You may remember that the Vital Syllabus project started life as a resident on the London Futurists website. But as was envisioned from the beginning, the project materials have now migrated to their own dedicated home, on vitalsyllabus.org.

The migration has involved some rearrangements, some tidying, providing some additional explanatory text, and a general refresh.

It’s still comparatively early days for the project. My next task with it is to work through a lengthy backlog of ideas and suggestions for material to be added into various pages.

I hope you will share the aims of this project:

In our age of multiple pressures, dizzying opportunities, daunting risks, and accelerating disruption, what are the most important skills and principles to cherish and uphold?

The Vital Syllabus project aims to answer these questions. What you’ll find here are resources that can best assist students of all ages to acquire and deepen these skills, and to understand and embody the associated principles.

The website contains a longer description of what’s unique about this project, as compared to other initiatives around the world to reform education.

It also contains suggestions for how people can become involved in the project.

4.) Migration: Transhumanist Party UK

Another migration is now well under way: the transformation of the movement initially known as “Transhumanist Party UK” to a new name (“Future Surge”), a new website, and a new focus

You can find out more about Future Surge at the website FutureSurge.org. That site includes (among other informaton):

Many thanks to everyone who provided support, in any way, at any stage since the Party was founded!

You should find that the new form of the organisation contains lots of possibilities to advance the headlines stated at the top of its frontpage:

  • Revitalising the social and political landscape
  • Enabling a dramatically better future for all
  • Active transhumanism
  • Neither right nor left but up
  • Technology in service of sustainable superabundance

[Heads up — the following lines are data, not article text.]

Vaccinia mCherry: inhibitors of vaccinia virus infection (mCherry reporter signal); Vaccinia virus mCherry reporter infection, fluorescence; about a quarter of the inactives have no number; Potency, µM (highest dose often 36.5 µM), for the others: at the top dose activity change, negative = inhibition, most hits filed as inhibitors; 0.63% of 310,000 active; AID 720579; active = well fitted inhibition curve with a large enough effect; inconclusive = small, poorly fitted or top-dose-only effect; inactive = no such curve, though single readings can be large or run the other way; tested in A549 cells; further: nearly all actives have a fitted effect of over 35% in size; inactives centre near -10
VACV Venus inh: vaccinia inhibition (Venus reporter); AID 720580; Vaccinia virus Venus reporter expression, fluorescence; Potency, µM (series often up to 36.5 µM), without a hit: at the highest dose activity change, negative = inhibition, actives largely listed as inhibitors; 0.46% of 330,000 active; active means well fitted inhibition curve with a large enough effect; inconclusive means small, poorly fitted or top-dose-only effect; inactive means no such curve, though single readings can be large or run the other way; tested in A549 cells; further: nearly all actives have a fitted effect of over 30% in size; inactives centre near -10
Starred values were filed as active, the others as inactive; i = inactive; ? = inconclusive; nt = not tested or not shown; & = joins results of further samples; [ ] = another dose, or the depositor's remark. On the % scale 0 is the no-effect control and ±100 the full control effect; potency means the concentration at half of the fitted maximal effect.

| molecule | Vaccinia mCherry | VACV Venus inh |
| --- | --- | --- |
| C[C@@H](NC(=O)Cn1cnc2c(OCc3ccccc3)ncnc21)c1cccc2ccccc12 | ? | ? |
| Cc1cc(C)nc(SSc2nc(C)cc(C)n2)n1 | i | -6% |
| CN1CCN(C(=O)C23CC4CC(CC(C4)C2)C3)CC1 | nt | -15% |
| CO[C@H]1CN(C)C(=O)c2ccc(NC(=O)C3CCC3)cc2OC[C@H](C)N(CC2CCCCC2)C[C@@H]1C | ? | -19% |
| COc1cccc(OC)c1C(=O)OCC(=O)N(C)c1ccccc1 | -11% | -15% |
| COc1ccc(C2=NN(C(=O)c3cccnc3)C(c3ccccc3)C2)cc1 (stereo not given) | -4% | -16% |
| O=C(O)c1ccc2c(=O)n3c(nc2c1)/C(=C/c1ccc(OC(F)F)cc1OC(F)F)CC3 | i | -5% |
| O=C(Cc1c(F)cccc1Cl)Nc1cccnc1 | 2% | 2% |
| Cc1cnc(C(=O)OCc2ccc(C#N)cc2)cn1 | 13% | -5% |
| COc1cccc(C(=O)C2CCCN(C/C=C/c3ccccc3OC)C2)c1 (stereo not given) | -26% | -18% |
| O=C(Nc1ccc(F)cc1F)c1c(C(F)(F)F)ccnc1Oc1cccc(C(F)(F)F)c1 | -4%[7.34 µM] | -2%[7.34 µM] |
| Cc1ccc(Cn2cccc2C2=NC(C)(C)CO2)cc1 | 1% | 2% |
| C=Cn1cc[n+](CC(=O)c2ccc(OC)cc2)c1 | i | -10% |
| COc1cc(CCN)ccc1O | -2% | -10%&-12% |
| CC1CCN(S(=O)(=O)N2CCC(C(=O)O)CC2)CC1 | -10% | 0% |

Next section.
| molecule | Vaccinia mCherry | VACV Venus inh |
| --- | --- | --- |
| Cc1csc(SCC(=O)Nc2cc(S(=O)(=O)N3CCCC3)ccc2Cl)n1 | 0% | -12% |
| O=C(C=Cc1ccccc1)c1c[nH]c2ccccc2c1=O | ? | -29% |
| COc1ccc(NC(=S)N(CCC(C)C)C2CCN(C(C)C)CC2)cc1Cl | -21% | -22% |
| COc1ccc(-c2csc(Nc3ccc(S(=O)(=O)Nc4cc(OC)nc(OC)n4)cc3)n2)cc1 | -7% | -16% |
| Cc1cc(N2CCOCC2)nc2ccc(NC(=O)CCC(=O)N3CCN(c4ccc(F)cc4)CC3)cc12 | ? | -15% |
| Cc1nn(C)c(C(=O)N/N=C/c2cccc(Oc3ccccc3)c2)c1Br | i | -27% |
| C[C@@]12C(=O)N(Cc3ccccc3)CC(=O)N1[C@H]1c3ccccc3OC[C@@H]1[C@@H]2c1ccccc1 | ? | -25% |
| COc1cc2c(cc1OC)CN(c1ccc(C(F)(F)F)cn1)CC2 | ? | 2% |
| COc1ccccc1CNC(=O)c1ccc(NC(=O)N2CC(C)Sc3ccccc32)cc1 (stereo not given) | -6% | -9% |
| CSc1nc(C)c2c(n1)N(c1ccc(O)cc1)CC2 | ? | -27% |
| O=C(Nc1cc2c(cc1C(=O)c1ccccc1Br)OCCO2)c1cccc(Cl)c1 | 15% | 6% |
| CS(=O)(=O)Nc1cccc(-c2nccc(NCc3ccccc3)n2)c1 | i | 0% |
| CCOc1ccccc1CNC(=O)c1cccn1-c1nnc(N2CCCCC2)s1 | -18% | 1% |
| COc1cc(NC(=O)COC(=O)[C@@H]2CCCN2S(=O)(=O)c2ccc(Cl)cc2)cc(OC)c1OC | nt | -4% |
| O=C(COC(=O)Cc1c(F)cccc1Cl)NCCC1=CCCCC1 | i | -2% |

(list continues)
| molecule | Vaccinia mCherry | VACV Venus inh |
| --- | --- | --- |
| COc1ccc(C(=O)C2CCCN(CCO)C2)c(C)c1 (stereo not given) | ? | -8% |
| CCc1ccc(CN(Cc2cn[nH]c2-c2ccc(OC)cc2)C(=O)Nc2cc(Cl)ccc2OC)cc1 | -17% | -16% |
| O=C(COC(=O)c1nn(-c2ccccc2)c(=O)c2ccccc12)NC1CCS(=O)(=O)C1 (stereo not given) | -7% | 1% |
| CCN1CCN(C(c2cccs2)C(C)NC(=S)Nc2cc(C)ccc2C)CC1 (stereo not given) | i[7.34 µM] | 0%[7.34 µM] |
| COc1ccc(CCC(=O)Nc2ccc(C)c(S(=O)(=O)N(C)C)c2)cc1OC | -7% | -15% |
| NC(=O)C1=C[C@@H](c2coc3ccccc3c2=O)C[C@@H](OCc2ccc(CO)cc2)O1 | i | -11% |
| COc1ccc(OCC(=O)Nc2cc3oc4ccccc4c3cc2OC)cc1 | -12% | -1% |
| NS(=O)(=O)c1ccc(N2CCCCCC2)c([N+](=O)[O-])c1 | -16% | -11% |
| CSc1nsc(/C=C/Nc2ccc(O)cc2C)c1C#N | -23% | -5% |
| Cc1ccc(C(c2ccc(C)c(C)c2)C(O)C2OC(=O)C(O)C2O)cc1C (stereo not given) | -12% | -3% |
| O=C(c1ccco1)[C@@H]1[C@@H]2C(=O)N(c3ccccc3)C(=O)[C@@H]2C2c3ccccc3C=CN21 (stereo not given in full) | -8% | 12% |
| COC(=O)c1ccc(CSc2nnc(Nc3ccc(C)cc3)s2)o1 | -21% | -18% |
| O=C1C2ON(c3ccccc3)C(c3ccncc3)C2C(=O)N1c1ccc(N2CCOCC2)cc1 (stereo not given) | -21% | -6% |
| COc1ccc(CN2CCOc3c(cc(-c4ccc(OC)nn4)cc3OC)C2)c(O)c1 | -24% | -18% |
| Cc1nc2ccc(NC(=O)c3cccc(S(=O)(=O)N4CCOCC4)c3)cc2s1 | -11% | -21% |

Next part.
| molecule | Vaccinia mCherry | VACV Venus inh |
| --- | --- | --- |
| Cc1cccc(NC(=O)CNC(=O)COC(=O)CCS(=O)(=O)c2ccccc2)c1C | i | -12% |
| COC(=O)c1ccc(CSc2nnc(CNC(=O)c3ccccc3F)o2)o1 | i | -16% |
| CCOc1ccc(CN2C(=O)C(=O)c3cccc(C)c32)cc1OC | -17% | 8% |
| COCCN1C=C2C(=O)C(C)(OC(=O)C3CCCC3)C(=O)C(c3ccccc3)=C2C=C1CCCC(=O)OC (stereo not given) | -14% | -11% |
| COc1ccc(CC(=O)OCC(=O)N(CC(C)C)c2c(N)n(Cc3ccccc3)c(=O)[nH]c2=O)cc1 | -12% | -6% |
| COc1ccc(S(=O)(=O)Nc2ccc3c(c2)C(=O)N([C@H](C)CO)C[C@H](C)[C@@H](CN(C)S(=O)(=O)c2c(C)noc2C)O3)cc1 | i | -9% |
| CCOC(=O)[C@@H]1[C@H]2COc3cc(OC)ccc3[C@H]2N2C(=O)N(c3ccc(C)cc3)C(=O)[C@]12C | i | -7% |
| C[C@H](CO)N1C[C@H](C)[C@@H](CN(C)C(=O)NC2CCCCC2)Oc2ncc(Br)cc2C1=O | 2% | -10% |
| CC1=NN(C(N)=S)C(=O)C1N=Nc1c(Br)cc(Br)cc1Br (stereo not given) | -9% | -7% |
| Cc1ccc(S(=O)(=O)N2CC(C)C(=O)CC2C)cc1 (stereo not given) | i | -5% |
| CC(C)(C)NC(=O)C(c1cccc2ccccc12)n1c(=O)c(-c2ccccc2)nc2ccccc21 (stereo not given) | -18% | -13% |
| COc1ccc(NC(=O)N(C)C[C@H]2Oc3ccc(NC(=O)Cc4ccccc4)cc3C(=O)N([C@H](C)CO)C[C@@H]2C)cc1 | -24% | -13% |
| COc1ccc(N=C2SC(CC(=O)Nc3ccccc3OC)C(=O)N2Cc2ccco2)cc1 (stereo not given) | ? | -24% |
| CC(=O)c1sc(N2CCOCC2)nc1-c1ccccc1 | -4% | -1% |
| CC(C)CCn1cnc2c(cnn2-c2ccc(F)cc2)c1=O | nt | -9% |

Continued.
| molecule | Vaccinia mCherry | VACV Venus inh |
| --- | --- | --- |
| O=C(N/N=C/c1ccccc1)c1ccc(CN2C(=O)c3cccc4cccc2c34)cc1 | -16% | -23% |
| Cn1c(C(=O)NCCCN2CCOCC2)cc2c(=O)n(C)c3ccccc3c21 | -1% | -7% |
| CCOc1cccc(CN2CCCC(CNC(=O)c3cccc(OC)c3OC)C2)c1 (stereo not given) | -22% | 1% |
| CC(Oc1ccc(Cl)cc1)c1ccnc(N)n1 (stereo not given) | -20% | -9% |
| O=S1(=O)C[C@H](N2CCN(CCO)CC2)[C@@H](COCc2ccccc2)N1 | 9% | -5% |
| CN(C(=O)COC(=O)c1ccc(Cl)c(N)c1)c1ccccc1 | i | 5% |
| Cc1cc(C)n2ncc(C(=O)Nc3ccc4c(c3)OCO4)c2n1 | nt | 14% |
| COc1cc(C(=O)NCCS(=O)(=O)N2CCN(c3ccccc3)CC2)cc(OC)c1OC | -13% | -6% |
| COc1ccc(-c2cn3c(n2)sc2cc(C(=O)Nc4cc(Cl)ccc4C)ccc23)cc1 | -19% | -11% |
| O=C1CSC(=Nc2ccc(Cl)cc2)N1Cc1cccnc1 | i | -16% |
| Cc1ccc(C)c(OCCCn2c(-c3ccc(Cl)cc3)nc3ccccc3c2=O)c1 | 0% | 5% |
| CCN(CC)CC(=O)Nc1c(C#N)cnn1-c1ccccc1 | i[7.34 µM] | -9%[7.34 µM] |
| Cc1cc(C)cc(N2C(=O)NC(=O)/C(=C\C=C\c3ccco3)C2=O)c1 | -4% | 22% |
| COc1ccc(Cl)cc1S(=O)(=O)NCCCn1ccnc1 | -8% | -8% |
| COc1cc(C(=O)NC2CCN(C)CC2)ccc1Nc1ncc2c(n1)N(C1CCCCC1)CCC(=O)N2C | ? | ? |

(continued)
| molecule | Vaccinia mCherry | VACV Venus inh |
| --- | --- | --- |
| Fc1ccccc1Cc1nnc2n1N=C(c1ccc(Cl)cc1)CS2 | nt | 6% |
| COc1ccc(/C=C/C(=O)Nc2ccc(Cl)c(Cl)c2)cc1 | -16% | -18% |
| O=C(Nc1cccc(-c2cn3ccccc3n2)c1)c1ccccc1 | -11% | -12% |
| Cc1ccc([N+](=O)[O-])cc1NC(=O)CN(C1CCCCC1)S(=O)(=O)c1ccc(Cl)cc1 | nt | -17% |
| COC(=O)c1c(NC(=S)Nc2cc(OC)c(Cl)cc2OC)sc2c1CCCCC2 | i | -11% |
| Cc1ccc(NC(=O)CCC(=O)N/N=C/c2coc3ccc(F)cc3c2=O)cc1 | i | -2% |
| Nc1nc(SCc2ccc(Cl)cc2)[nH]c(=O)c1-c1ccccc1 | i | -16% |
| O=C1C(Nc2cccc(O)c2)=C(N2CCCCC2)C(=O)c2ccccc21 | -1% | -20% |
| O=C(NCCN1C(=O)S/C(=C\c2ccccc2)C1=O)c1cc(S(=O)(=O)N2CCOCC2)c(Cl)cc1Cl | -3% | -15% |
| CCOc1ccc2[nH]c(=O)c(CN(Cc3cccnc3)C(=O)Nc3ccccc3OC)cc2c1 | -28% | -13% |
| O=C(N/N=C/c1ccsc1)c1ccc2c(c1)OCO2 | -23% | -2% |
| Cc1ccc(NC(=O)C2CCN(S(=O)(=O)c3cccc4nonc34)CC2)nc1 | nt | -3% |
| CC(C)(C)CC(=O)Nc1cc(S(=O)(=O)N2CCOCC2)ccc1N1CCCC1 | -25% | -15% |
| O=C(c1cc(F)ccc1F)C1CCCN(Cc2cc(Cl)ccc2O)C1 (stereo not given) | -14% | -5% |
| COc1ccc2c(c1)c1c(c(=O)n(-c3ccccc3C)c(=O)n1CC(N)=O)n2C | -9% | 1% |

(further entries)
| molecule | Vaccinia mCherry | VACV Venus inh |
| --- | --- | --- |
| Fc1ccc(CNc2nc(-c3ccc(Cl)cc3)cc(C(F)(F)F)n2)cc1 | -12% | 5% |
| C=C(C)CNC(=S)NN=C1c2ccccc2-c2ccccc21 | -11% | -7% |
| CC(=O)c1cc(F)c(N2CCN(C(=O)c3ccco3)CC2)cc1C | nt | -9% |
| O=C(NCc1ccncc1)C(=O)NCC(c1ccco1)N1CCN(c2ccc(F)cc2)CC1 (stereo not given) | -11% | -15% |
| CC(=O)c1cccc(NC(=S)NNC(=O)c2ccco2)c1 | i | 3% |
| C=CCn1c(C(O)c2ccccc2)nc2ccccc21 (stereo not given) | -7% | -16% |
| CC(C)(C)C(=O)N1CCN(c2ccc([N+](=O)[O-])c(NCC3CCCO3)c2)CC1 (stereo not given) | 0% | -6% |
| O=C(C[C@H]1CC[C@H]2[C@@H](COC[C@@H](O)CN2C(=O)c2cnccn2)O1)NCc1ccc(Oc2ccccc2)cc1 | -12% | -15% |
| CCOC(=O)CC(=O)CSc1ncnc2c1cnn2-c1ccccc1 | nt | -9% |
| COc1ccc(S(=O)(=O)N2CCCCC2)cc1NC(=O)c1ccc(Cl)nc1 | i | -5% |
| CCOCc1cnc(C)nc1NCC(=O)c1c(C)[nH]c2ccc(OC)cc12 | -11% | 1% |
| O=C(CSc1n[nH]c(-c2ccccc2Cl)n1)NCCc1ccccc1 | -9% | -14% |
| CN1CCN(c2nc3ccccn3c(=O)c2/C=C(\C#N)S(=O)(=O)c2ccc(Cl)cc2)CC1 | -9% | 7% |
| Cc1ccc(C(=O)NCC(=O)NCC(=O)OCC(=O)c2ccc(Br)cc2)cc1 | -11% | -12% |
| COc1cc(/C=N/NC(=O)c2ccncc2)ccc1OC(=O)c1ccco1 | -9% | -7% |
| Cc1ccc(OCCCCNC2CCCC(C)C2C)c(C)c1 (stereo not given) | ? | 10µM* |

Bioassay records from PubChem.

5.) Migration: From Slack to Discord

One thing you may notice for both Future Surge and Vital Syllabus is that the online community discussion for these projects can take place, not on Slack, but on Discord.

One reason for this change in choice of tool is that Slack has altered its policy for free usage: posts made in entry-level Slack applications are all hidden after 90 ninety days. In contrast, Discord imposes no such time limitation.

Second, Discord seems to be the tool of choice for many people in younger generations. There is a thriving community of different Discord servers. I’m happy for London Futurists to connect into that community.

I’ve created two separate Discord servers, since the users may differ in the two cases. Here are invitation links to the two servers:

Note: if you’ve not used Discord before, you’ll probably soon become comfortable in using it. But you may have to “prove that you are human” before the Discord server lets you join!

6.) The Future Impact Summit

Look out for more news, in the months ahead, about partnerships (both formal and informal) between London Futurists and other organisations or initiatives.

One such partnership involved our support for the LSE Future Impact Summit that took place on 29-30 October. It was great to chat with several London Futurists regulars in the LSE premises.

The videos of the sessions at that event are now available online, on the LSEAAL YouTube Channel.

For example, here’s the recording of the session that involved Zoltan Istvan, Elise Bohan, and yours truly: “Homo Sapien 2.0 – Humanity Upgraded”. It’s 75 minutes of diverse answers (and occasional disagreements) to some humongous questions.


// David W. Wood
Chair, London Futurists

This entry was posted in Newsletter and tagged , , , , , , , , . Bookmark the permalink.

Leave a Reply

Fill in your details below or click an icon to log in:

WordPress.com Logo

You are commenting using your WordPress.com account. Log Out /  Change )

Twitter picture

You are commenting using your Twitter account. Log Out /  Change )

Facebook photo

You are commenting using your Facebook account. Log Out /  Change )

Connecting to %s

This site uses Akismet to reduce spam. Learn how your comment data is processed.